You know when you're at the grocery store and you're semi-frantically stuffing your crap back in your wallet and balancing your lunch in one hand so you have a free hand to get the door? No? Well, er, that's me. Often. And today, at Kiva, Suzi and I were babbling about LOLcats and covers while she bought her snacky sticks, and I think the cashier said something nice to us. But iced coffee was numbing my fingers and the coldness was spreading to my brain, I think, because it took about three minutes for it to register as a compliment. At least I'd managed to smile.
So thanks, Kiva Guy! That was nice.
P.S. While I'm thinking about nice cashiers and such, I'd like to sing the praises of the ladies of the Novella CafÃ©, who make my every coffee run just that much better â€”Â even when they're out of cinnamon sugar bagels.
The automatic ticketing machines at Regal ask too many questions.
The standup cardboard ad for The Seeker makes me growl and grimace every time I see it. That is a travesty. You thought the tidied up The Lion, the Witch and the Wardrobe was bad? Try reading Susan Cooper's amazing Dark Is Rising series and then stomaching this horrendous preview.
Mmm, pretzel. Now if they just had pretzel bites.
I'm more than a little uncomfortable with the multiple army/Marines/etc. recruitment ads before the movies these day. Everything is exciting! And inspirational! And looks just like the movies!
Speaking of pre-movie ads, I'm OK with the First Look, especially when I get to see scenes from Heroes that make me go all goosebumpy: Claire saying, "Oh, WOW"; Mohinder talking about the future of the heroes using language that, oddly, reminds me of Al Gore talking about global warming; new heroes!; Sylar, clearly alive and well, at least until he runs off to play Spock; not a lot of Peter Petrelli but he is simply not dead. Though he does appear to have a haircut. I disapprove. Bring back faux-Conor Oberst Peter!
Please, for the love of ... something ... no more ancient Denzel Washington ad for the Boys and Girls Club, and no more of that bizarre ad that equates listening to the little voice inside you that wants you to change the world with, er, turning off your cell phones. It distresses me that people are so thoughtless that there are no less than three reminders to turn off your cell phones. And pagers. Lots of those around.
Previews: Um, Steve Carrell? In a sort of feelgood family movie? Oh ... kay. Also, Greg Kinnear getting dumped by Selma Blair. At least that one involves Alexa Davalos, better known to some of us as the electrified Gwen on Angel. This Sydney White thing looks just awful. Isn't that the same mean blonde from Bratz? Please let me see the preview for Elizabeth: The Golden Age again. No? Sigh.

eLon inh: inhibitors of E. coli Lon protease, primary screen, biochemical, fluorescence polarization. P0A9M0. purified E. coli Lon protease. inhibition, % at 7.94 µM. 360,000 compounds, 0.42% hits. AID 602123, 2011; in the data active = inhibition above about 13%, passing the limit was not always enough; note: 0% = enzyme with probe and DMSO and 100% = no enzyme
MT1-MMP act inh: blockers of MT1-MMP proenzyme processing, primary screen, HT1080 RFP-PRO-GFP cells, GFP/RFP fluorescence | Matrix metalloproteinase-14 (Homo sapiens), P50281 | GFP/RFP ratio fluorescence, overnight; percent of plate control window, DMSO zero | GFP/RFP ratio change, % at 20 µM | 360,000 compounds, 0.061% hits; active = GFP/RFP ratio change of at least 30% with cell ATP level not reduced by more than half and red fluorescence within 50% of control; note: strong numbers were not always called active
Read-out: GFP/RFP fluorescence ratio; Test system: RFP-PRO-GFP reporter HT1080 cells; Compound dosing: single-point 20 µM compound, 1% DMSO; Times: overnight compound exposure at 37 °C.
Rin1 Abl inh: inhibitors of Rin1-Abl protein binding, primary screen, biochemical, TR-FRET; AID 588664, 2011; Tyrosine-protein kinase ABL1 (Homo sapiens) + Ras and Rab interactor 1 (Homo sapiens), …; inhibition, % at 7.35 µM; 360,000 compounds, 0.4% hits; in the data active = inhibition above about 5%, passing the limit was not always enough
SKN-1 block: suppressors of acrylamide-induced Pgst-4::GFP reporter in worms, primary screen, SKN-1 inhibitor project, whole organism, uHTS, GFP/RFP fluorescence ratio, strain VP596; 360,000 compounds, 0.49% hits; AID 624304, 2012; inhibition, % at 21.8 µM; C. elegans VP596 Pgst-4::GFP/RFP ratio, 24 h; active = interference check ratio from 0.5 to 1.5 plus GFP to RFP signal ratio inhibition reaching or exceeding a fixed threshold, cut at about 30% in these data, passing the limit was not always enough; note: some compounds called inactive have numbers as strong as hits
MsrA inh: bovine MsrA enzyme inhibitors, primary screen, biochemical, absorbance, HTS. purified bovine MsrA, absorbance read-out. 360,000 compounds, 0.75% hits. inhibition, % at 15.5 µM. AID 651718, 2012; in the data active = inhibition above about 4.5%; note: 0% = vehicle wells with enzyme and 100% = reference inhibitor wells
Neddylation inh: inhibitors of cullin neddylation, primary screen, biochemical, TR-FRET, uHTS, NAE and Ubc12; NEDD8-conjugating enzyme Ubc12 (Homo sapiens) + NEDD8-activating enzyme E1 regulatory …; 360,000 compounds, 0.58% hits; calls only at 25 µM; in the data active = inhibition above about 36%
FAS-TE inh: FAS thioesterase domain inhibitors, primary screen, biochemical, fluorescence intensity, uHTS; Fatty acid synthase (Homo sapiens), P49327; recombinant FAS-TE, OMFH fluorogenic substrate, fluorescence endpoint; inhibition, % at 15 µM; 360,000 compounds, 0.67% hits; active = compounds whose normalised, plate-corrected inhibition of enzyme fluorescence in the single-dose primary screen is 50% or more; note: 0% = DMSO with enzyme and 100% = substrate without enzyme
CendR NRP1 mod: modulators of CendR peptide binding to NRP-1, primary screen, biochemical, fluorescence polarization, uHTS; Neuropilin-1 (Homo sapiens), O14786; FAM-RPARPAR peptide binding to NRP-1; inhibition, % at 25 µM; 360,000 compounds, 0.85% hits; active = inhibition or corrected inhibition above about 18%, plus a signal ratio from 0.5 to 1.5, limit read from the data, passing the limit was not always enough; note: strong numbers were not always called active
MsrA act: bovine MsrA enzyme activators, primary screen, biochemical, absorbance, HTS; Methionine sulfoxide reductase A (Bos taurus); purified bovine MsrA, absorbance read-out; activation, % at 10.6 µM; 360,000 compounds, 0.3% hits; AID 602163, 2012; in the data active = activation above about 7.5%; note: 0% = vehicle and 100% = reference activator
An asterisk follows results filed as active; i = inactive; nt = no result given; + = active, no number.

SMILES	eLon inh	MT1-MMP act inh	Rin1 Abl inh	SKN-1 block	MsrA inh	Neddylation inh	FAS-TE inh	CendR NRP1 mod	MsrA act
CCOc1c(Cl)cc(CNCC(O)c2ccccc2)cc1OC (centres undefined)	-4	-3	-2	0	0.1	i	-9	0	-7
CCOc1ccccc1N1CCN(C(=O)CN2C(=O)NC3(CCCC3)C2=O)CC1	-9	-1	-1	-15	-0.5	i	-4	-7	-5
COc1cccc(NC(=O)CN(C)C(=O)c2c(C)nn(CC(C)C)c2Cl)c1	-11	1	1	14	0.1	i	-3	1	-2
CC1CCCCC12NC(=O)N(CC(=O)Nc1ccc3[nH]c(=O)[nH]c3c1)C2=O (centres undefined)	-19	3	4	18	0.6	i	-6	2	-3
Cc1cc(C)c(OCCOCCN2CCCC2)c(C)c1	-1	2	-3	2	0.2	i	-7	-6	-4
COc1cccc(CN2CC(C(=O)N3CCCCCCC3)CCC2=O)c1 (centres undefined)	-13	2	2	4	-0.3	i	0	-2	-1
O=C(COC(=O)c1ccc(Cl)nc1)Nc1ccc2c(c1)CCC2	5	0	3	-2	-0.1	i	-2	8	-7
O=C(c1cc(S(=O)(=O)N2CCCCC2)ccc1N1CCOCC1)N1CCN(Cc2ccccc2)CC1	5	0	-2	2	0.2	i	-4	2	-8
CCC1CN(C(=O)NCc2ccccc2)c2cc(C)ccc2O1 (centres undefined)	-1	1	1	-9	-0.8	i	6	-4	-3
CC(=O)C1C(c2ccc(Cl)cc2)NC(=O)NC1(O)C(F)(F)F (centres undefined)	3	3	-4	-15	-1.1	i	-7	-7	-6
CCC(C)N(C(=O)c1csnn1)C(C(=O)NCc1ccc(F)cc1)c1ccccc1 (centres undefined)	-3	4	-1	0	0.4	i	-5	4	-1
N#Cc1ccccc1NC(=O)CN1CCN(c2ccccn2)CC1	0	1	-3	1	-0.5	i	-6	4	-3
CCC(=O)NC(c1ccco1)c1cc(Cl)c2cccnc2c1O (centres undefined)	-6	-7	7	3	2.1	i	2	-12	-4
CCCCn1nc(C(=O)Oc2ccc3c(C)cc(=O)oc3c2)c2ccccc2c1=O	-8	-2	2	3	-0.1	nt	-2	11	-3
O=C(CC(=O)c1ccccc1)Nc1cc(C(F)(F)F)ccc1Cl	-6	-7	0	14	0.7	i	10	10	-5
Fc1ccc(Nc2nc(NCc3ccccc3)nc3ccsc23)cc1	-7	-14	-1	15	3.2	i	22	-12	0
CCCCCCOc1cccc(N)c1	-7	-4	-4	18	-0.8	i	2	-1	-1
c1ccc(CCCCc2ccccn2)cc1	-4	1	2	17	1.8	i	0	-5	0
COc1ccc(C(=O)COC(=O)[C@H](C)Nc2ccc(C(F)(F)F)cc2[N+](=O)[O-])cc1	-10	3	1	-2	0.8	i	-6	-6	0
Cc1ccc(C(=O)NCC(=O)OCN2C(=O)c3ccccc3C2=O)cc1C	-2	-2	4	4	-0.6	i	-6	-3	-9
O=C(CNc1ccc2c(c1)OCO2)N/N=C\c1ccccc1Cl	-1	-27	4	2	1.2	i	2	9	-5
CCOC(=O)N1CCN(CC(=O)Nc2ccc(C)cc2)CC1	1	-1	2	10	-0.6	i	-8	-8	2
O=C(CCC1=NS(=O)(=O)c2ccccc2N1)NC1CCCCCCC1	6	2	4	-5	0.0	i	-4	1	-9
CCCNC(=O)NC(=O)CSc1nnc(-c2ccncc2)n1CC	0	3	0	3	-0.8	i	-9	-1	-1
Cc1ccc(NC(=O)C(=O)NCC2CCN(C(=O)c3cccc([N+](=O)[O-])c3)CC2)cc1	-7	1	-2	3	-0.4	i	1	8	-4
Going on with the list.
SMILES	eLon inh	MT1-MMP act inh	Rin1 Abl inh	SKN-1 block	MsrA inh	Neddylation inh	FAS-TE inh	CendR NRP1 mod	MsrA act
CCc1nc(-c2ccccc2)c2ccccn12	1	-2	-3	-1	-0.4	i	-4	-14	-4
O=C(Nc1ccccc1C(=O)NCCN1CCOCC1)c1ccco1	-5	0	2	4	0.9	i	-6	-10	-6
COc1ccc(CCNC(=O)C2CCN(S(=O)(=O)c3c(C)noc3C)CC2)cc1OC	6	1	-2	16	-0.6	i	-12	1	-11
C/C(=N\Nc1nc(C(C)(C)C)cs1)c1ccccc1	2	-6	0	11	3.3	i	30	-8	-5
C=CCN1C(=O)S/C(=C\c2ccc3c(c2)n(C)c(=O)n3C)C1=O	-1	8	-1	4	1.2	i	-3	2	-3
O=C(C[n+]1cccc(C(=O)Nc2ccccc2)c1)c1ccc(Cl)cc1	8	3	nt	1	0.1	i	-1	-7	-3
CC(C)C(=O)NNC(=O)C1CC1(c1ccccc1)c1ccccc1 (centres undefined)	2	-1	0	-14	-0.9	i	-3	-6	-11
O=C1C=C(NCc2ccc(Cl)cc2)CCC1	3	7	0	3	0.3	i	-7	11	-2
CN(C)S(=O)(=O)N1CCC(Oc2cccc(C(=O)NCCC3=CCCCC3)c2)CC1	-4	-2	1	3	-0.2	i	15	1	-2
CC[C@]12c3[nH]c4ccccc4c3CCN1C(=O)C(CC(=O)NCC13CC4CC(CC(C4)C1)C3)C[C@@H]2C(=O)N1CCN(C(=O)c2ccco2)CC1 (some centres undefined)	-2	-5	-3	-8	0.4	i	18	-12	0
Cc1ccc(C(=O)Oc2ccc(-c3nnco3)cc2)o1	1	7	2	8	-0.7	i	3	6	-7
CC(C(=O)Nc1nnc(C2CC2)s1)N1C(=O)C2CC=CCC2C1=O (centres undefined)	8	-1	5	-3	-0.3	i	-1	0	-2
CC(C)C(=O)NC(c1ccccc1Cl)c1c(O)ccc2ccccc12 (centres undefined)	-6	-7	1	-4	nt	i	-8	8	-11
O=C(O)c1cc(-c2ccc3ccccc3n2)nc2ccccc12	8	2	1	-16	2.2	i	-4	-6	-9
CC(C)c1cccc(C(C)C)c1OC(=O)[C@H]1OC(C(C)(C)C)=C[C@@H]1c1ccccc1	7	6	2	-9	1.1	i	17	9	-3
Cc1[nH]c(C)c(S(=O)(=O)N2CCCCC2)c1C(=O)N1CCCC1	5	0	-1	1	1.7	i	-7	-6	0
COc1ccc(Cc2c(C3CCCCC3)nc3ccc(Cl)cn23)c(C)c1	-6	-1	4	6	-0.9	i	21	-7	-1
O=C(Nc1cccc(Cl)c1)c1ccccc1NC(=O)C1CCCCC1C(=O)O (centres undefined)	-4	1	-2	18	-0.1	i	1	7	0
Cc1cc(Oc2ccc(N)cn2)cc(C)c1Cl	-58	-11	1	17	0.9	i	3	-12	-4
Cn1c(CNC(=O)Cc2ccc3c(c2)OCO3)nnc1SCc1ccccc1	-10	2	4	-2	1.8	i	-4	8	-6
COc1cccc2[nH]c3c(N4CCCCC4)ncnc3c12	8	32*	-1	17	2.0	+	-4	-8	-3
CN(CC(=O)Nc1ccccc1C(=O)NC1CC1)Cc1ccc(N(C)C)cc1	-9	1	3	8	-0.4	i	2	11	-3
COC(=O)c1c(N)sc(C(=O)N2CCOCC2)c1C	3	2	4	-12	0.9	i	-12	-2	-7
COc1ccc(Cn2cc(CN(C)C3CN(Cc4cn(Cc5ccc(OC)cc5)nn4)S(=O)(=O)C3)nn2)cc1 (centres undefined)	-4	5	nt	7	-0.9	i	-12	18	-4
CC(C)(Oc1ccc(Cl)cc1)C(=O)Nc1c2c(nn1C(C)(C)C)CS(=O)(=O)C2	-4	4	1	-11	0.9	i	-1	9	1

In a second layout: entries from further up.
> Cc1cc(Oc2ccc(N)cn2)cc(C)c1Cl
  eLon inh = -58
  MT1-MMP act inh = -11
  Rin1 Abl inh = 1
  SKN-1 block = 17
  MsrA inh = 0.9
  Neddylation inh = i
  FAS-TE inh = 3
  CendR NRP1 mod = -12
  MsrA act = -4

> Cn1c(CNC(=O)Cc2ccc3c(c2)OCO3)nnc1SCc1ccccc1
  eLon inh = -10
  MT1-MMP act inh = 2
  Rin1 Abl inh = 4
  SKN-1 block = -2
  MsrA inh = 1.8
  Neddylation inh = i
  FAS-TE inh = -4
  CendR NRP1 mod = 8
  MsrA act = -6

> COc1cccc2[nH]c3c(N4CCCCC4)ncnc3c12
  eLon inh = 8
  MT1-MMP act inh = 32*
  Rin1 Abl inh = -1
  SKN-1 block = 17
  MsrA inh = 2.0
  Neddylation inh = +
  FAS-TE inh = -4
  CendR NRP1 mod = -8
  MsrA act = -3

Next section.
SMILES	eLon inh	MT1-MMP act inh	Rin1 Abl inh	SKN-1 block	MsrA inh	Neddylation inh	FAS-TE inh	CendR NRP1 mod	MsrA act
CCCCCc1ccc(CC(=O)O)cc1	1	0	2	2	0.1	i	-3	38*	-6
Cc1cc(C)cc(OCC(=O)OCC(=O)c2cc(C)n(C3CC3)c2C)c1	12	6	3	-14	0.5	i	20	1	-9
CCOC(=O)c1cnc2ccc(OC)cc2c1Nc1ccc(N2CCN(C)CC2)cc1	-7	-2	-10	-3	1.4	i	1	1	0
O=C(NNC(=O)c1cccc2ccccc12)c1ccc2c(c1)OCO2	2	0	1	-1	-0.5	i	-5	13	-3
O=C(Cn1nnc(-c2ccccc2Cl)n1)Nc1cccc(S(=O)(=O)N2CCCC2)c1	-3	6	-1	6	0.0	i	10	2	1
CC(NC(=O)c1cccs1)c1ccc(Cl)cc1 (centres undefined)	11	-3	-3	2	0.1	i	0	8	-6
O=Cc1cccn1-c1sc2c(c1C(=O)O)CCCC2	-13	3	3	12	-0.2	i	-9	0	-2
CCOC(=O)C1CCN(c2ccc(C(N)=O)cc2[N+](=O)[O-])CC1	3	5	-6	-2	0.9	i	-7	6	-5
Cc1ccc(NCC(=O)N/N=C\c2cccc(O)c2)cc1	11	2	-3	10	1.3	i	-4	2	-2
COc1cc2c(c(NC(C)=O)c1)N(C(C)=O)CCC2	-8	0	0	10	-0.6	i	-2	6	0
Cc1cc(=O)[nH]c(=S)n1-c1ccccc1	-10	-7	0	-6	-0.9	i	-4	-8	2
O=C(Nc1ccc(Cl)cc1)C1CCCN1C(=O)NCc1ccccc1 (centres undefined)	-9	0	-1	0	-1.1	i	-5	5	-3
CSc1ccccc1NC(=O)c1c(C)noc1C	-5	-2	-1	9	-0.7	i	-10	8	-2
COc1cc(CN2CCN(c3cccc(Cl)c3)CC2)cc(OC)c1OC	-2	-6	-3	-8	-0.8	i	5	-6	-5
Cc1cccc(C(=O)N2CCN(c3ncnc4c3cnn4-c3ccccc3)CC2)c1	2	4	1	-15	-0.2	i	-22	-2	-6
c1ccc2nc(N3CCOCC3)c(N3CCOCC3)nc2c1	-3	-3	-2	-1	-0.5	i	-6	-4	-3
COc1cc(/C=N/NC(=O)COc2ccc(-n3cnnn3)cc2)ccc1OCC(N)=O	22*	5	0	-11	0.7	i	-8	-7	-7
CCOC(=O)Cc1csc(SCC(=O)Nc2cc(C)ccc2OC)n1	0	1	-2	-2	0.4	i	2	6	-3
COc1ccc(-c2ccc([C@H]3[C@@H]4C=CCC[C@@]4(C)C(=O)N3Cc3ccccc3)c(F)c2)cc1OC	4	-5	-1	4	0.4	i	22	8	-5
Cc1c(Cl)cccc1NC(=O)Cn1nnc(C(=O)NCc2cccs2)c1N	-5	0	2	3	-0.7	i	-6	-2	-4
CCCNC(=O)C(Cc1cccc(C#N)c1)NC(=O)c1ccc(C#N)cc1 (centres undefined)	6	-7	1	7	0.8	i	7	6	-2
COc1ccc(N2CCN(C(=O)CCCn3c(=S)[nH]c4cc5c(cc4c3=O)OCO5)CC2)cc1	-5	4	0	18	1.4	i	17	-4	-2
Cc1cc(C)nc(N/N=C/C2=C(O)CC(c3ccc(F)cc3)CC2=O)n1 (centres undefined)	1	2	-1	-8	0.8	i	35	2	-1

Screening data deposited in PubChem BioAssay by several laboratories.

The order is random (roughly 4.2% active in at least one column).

About here is where someone sat down next to me. Let me back up a few steps: this theater was more than mostly empty. There were about 20 people, most of whom were sitting together in small clumps, giggling and munching popcorn. To my mind, there's a couple of rules to follow when sitting in a mostly-empty theater:
1. Do not sit directly in front of or behind someone else when there's plenty of room to avoid doing so.
2. DO NOT SIT NEXT TO SOMEONE YOU DO NOT KNOW. EVER.
I'd never had this happen before. I was sitting in a nice spot, right in the middle, five or six rows from the mid-theater walkway, with loads of seats all around. A woman came in and started down my row. I got ready to pull my legs in so she could pass, but no; she sat right next to me. She seemed nice enough, maybe my mother's age, and she didn't say a word.
It was a little awkward. Ten years ago I might have found an excuse to move, but now ... I didn't want to seem horribly rude (obviously I wasn't so worried about it as to not post here, though). I thought maybe she didn't like to sit alone, even if that meant sitting near strangers. I thought maybe she didn't want to ask me to move, but wanted to sit close to the middle without going all the way around. I made up justifications for why she'd sit right in the one seat next to me, out of all the available seats in the theater.
I was just glad I'd finished chomping my pretzel, honestly.
Oh, the movie? It was OK.
A city of Eugene proposal to quiet railroad horns by closing five downtown rail crossings could cut off a section of downtown.
Rail crossings at Monroe, Madison, Jefferson, Lawrence and Lincoln may be closed. Hereâ€™s a map.
City staff say the closures may be required by federal rules in order to establish a "quiet zone" to give nearby residents and businesses relief from frequent loud horn blasts.
The city has planned a public forum on the street closings and quiet zone for Tuesday, August 28, from 7 to 9 p.m. at the Campbell Center, 155 High St. Staff plan to take their recommendations to the city council on Nov. 28. For more information check out the cityâ€™s web site.